Separating myth from truth in the most infamous trade in baseball history.
The myth goes as follows: in 1920, the New York Yankees fleeced a cash-strapped Boston Red Sox owner, Harry Frazee, and in so doing got the game’s greatest star, Babe Ruth. This lopsided trade resulted in the so-called Curse of the Bambino, which saw the Yankees become the most dominant team in all of professional sports while the Red Sox embarked on an 86-year championship drought that they only broke in 2004. The Yankees got the Sultan of Swat, and Frazee used his money to finance No, No, Nanette, the Broadway musical. In this crisp history, veteran baseball historian Stout (Fenway 1912: The Birth of a Ballpark, a Championship Season, and Fenway's Remarkable First Year, 2011, etc.) shatters the myth, providing an important corrective to the legend while also offering a fascinating history of baseball during a period of transition from 1918 to 1920. Ruth was a dominant player, but he was also a petulant, lousy teammate, inordinately selfish, and a far cry from what he would become. Frazee was not at all broke; indeed, he was thriving as a Broadway producer and owner. The mortgage on Fenway was a savvy business decision, not an act of Frazee being fleeced. Underneath the surface percolated tensions between two groups of owners, with the Yankees and Red Sox as, of all things, allies. Ruth would unquestionably become a phenomenon, but Stout makes clear that only in retrospect was the trade quite so ridiculous as it now appears. The author tells a good, well-focused story and makes a compelling argument, but he occasionally lapses into cliché, and, as with any revisionist history, this one occasionally overstates its case—though it might be a case worth overstating.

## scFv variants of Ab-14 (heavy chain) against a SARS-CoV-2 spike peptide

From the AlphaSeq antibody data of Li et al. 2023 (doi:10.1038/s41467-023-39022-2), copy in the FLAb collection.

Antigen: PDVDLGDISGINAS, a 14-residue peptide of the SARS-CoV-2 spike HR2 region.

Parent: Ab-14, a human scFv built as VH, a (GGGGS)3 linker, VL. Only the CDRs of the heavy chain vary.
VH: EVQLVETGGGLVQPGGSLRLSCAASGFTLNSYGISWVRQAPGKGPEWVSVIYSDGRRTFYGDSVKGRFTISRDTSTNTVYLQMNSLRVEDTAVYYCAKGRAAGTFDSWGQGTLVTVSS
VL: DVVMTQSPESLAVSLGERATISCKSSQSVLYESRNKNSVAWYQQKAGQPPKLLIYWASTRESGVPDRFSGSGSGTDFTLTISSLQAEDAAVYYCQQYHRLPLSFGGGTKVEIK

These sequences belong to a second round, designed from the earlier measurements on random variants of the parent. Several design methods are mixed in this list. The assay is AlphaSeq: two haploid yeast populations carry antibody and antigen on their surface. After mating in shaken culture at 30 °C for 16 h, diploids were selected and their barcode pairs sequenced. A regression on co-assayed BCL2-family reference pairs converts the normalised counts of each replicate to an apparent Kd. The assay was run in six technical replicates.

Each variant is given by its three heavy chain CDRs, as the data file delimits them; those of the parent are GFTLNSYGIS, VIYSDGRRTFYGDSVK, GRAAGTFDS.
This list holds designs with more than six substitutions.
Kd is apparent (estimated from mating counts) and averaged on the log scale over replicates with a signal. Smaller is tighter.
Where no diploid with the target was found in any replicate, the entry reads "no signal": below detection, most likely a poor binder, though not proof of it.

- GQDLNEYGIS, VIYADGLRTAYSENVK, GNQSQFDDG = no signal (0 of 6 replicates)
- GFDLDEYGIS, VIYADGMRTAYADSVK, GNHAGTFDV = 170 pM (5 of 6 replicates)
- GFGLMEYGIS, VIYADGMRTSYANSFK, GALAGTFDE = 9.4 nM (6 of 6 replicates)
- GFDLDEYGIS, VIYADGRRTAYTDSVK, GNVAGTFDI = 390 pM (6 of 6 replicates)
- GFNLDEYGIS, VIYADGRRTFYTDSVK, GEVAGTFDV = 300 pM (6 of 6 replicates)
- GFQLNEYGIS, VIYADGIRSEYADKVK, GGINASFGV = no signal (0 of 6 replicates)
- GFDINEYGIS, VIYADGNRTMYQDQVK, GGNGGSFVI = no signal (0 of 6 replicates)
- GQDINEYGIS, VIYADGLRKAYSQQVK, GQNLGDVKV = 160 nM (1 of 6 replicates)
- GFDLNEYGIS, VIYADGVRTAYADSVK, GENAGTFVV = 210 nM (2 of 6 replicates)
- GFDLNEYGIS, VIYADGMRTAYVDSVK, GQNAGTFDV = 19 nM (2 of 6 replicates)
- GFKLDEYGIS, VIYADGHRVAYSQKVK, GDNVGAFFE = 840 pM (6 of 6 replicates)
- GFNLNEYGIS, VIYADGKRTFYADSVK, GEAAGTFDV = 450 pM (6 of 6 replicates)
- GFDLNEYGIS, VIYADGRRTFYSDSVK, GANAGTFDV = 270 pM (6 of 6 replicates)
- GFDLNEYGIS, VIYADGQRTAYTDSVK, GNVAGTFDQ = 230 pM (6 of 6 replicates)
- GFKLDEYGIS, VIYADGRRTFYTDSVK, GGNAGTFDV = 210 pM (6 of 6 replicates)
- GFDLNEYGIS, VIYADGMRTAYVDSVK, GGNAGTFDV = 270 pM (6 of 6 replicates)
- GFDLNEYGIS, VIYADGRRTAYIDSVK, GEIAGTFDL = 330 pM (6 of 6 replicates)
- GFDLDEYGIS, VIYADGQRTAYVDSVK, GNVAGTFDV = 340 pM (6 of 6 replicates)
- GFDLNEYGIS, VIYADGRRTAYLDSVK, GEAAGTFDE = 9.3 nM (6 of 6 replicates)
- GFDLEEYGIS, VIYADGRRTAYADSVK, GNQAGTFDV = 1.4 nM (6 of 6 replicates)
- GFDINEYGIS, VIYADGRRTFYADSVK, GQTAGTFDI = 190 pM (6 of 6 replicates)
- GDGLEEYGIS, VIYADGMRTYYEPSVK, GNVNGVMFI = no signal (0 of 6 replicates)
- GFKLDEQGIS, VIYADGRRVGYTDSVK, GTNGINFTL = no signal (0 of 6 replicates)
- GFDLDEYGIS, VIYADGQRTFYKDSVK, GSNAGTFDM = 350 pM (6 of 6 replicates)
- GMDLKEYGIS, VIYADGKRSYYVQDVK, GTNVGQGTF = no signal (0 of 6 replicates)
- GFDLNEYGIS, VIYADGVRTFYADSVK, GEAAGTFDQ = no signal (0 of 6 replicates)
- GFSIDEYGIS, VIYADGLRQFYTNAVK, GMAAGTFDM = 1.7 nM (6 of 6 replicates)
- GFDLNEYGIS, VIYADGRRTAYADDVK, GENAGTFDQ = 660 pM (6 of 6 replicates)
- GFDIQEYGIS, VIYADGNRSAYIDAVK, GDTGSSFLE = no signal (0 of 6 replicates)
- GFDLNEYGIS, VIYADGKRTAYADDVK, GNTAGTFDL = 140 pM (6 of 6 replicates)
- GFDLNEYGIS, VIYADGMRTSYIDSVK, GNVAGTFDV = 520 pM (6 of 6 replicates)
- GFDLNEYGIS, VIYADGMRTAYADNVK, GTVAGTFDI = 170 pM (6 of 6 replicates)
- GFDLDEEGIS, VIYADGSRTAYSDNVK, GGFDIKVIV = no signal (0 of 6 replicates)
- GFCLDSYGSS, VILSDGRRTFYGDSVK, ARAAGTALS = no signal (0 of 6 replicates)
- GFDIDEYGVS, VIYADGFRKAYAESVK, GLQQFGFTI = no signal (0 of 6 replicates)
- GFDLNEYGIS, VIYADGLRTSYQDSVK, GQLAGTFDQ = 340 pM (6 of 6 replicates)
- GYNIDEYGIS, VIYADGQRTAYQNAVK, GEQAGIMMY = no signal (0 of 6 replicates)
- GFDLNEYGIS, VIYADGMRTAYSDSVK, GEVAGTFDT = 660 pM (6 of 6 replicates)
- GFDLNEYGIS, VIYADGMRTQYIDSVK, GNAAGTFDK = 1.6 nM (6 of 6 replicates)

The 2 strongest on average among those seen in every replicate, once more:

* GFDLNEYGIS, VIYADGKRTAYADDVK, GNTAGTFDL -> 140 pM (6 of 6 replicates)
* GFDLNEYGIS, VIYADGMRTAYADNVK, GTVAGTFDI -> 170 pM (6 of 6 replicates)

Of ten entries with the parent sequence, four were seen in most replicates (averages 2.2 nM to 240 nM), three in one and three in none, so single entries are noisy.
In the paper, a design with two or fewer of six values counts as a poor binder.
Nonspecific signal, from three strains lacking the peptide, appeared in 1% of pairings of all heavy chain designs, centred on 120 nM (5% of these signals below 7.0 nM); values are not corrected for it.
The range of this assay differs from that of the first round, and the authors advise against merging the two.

Baseball history is full of hoary legends. Stout deftly challenges one of the game’s biggest.